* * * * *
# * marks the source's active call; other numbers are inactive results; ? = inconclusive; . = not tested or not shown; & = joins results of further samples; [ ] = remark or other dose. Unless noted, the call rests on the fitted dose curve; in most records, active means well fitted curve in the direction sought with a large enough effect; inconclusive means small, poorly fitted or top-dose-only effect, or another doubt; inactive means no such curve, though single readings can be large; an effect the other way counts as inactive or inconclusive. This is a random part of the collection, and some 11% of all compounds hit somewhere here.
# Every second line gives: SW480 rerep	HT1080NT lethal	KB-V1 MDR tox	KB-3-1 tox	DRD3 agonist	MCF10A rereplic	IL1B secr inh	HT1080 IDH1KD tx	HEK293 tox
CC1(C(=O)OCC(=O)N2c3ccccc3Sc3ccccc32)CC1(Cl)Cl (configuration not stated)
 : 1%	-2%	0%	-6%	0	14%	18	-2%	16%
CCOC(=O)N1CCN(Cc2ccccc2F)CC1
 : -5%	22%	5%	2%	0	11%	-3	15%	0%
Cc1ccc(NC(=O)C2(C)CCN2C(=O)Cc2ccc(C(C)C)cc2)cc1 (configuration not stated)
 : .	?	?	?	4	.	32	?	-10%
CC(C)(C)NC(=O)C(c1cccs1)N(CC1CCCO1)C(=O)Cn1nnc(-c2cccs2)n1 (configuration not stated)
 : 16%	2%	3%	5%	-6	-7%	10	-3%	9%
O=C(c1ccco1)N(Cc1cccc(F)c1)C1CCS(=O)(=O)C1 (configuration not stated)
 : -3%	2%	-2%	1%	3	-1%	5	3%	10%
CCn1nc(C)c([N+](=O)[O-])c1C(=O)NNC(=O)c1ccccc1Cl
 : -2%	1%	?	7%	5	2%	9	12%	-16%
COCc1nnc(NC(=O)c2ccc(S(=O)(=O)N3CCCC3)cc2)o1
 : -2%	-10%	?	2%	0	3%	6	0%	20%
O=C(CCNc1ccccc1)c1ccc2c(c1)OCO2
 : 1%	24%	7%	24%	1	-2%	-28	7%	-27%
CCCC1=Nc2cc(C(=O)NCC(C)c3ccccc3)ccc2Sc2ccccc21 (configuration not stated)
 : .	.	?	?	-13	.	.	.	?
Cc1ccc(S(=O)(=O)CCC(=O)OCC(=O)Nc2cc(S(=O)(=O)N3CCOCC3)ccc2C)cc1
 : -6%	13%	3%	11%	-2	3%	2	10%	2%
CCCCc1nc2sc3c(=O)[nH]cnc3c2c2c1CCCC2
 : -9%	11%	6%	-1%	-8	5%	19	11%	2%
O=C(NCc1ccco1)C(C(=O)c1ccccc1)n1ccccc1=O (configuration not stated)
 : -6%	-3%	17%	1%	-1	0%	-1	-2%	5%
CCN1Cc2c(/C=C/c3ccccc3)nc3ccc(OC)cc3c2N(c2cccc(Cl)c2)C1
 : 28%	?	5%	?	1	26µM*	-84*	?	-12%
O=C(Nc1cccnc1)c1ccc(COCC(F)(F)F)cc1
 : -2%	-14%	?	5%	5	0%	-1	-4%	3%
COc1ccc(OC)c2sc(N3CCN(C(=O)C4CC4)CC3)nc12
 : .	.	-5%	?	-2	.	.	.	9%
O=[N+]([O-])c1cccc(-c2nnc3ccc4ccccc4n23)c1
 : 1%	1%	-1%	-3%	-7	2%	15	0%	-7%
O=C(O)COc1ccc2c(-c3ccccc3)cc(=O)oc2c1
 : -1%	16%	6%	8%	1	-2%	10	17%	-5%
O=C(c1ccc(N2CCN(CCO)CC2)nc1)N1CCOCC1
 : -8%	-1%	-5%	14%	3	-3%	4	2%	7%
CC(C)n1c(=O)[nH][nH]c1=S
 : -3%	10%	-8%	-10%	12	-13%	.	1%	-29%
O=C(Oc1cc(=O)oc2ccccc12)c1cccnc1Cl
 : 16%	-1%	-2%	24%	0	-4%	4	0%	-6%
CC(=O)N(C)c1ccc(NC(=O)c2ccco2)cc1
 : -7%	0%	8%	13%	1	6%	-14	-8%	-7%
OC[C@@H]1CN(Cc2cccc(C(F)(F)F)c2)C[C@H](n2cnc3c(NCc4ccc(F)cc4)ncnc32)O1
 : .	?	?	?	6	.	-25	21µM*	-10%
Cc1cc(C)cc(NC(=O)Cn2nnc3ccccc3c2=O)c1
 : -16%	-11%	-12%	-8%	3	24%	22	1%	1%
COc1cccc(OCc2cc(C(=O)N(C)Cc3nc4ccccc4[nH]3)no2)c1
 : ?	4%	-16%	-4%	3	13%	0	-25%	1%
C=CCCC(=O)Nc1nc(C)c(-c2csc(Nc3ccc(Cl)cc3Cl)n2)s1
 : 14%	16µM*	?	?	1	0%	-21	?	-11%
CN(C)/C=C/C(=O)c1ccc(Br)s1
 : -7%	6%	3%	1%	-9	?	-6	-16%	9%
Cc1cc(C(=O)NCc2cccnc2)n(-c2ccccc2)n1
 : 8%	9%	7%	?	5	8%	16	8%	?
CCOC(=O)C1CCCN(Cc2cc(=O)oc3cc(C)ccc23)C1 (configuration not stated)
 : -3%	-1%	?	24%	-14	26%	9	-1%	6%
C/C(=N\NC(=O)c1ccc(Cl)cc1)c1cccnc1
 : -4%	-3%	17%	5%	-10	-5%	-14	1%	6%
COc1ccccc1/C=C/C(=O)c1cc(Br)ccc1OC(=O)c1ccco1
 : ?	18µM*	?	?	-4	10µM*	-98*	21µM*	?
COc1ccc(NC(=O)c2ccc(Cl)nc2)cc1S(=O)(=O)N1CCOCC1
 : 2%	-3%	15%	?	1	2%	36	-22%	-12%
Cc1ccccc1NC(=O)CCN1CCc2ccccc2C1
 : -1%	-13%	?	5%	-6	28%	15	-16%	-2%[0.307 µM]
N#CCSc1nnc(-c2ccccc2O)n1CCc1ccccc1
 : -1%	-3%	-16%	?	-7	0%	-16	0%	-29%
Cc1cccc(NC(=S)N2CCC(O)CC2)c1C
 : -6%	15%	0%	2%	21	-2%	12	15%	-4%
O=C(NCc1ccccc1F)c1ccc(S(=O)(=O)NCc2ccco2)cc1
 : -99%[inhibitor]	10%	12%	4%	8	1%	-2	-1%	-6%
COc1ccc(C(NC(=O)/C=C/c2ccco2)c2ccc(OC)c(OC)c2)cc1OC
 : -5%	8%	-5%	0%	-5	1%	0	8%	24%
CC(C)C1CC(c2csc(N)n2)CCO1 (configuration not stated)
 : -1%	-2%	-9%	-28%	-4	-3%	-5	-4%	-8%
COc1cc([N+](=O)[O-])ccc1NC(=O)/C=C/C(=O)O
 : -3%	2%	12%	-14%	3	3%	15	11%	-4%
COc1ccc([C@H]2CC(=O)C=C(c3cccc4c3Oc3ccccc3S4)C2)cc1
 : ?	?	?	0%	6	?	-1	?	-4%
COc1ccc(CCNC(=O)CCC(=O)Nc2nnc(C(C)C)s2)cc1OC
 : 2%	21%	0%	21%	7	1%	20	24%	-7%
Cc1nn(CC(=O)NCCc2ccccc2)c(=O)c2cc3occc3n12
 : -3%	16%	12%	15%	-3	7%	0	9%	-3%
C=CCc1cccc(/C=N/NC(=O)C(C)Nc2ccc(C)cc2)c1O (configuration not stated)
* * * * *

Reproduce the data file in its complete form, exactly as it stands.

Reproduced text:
# * marks the source's active call; other numbers are inactive results; ? = inconclusive; . = not tested or not shown; & = joins results of further samples; [ ] = remark or other dose. Unless noted, the call rests on the fitted dose curve; in most records, active means well fitted curve in the direction sought with a large enough effect; inconclusive means small, poorly fitted or top-dose-only effect, or another doubt; inactive means no such curve, though single readings can be large; an effect the other way counts as inactive or inconclusive. This is a random part of the collection, and some 11% of all compounds hit somewhere here.
# Every second line gives: SW480 rerep	HT1080NT lethal	KB-V1 MDR tox	KB-3-1 tox	DRD3 agonist	MCF10A rereplic	IL1B secr inh	HT1080 IDH1KD tx	HEK293 tox
CC1(C(=O)OCC(=O)N2c3ccccc3Sc3ccccc32)CC1(Cl)Cl (configuration not stated)
 : 1%	-2%	0%	-6%	0	14%	18	-2%	16%
CCOC(=O)N1CCN(Cc2ccccc2F)CC1
 : -5%	22%	5%	2%	0	11%	-3	15%	0%
Cc1ccc(NC(=O)C2(C)CCN2C(=O)Cc2ccc(C(C)C)cc2)cc1 (configuration not stated)
 : .	?	?	?	4	.	32	?	-10%
CC(C)(C)NC(=O)C(c1cccs1)N(CC1CCCO1)C(=O)Cn1nnc(-c2cccs2)n1 (configuration not stated)
 : 16%	2%	3%	5%	-6	-7%	10	-3%	9%
O=C(c1ccco1)N(Cc1cccc(F)c1)C1CCS(=O)(=O)C1 (configuration not stated)
 : -3%	2%	-2%	1%	3	-1%	5	3%	10%
CCn1nc(C)c([N+](=O)[O-])c1C(=O)NNC(=O)c1ccccc1Cl
 : -2%	1%	?	7%	5	2%	9	12%	-16%
COCc1nnc(NC(=O)c2ccc(S(=O)(=O)N3CCCC3)cc2)o1
 : -2%	-10%	?	2%	0	3%	6	0%	20%
O=C(CCNc1ccccc1)c1ccc2c(c1)OCO2
 : 1%	24%	7%	24%	1	-2%	-28	7%	-27%
CCCC1=Nc2cc(C(=O)NCC(C)c3ccccc3)ccc2Sc2ccccc21 (configuration not stated)
 : .	.	?	?	-13	.	.	.	?
Cc1ccc(S(=O)(=O)CCC(=O)OCC(=O)Nc2cc(S(=O)(=O)N3CCOCC3)ccc2C)cc1
 : -6%	13%	3%	11%	-2	3%	2	10%	2%
CCCCc1nc2sc3c(=O)[nH]cnc3c2c2c1CCCC2
 : -9%	11%	6%	-1%	-8	5%	19	11%	2%
O=C(NCc1ccco1)C(C(=O)c1ccccc1)n1ccccc1=O (configuration not stated)
 : -6%	-3%	17%	1%	-1	0%	-1	-2%	5%
CCN1Cc2c(/C=C/c3ccccc3)nc3ccc(OC)cc3c2N(c2cccc(Cl)c2)C1
 : 28%	?	5%	?	1	26µM*	-84*	?	-12%
O=C(Nc1cccnc1)c1ccc(COCC(F)(F)F)cc1
 : -2%	-14%	?	5%	5	0%	-1	-4%	3%
COc1ccc(OC)c2sc(N3CCN(C(=O)C4CC4)CC3)nc12
 : .	.	-5%	?	-2	.	.	.	9%
O=[N+]([O-])c1cccc(-c2nnc3ccc4ccccc4n23)c1
 : 1%	1%	-1%	-3%	-7	2%	15	0%	-7%
O=C(O)COc1ccc2c(-c3ccccc3)cc(=O)oc2c1
 : -1%	16%	6%	8%	1	-2%	10	17%	-5%
O=C(c1ccc(N2CCN(CCO)CC2)nc1)N1CCOCC1
 : -8%	-1%	-5%	14%	3	-3%	4	2%	7%
CC(C)n1c(=O)[nH][nH]c1=S
 : -3%	10%	-8%	-10%	12	-13%	.	1%	-29%
O=C(Oc1cc(=O)oc2ccccc12)c1cccnc1Cl
 : 16%	-1%	-2%	24%	0	-4%	4	0%	-6%
CC(=O)N(C)c1ccc(NC(=O)c2ccco2)cc1
 : -7%	0%	8%	13%	1	6%	-14	-8%	-7%
OC[C@@H]1CN(Cc2cccc(C(F)(F)F)c2)C[C@H](n2cnc3c(NCc4ccc(F)cc4)ncnc32)O1
 : .	?	?	?	6	.	-25	21µM*	-10%
Cc1cc(C)cc(NC(=O)Cn2nnc3ccccc3c2=O)c1
 : -16%	-11%	-12%	-8%	3	24%	22	1%	1%
COc1cccc(OCc2cc(C(=O)N(C)Cc3nc4ccccc4[nH]3)no2)c1
 : ?	4%	-16%	-4%	3	13%	0	-25%	1%
C=CCCC(=O)Nc1nc(C)c(-c2csc(Nc3ccc(Cl)cc3Cl)n2)s1
 : 14%	16µM*	?	?	1	0%	-21	?	-11%
CN(C)/C=C/C(=O)c1ccc(Br)s1
 : -7%	6%	3%	1%	-9	?	-6	-16%	9%
Cc1cc(C(=O)NCc2cccnc2)n(-c2ccccc2)n1
 : 8%	9%	7%	?	5	8%	16	8%	?
CCOC(=O)C1CCCN(Cc2cc(=O)oc3cc(C)ccc23)C1 (configuration not stated)
 : -3%	-1%	?	24%	-14	26%	9	-1%	6%
C/C(=N\NC(=O)c1ccc(Cl)cc1)c1cccnc1
 : -4%	-3%	17%	5%	-10	-5%	-14	1%	6%
COc1ccccc1/C=C/C(=O)c1cc(Br)ccc1OC(=O)c1ccco1
 : ?	18µM*	?	?	-4	10µM*	-98*	21µM*	?
COc1ccc(NC(=O)c2ccc(Cl)nc2)cc1S(=O)(=O)N1CCOCC1
 : 2%	-3%	15%	?	1	2%	36	-22%	-12%
Cc1ccccc1NC(=O)CCN1CCc2ccccc2C1
 : -1%	-13%	?	5%	-6	28%	15	-16%	-2%[0.307 µM]
N#CCSc1nnc(-c2ccccc2O)n1CCc1ccccc1
 : -1%	-3%	-16%	?	-7	0%	-16	0%	-29%
Cc1cccc(NC(=S)N2CCC(O)CC2)c1C
 : -6%	15%	0%	2%	21	-2%	12	15%	-4%
O=C(NCc1ccccc1F)c1ccc(S(=O)(=O)NCc2ccco2)cc1
 : -99%[inhibitor]	10%	12%	4%	8	1%	-2	-1%	-6%
COc1ccc(C(NC(=O)/C=C/c2ccco2)c2ccc(OC)c(OC)c2)cc1OC
 : -5%	8%	-5%	0%	-5	1%	0	8%	24%
CC(C)C1CC(c2csc(N)n2)CCO1 (configuration not stated)
 : -1%	-2%	-9%	-28%	-4	-3%	-5	-4%	-8%
COc1cc([N+](=O)[O-])ccc1NC(=O)/C=C/C(=O)O
 : -3%	2%	12%	-14%	3	3%	15	11%	-4%
COc1ccc([C@H]2CC(=O)C=C(c3cccc4c3Oc3ccccc3S4)C2)cc1
 : ?	?	?	0%	6	?	-1	?	-4%
COc1ccc(CCNC(=O)CCC(=O)Nc2nnc(C(C)C)s2)cc1OC
 : 2%	21%	0%	21%	7	1%	20	24%	-7%
Cc1nn(CC(=O)NCCc2ccccc2)c(=O)c2cc3occc3n12
 : -3%	16%	12%	15%	-3	7%	0	9%	-3%
C=CCc1cccc(/C=N/NC(=O)C(C)Nc2ccc(C)cc2)c1O (configuration not stated)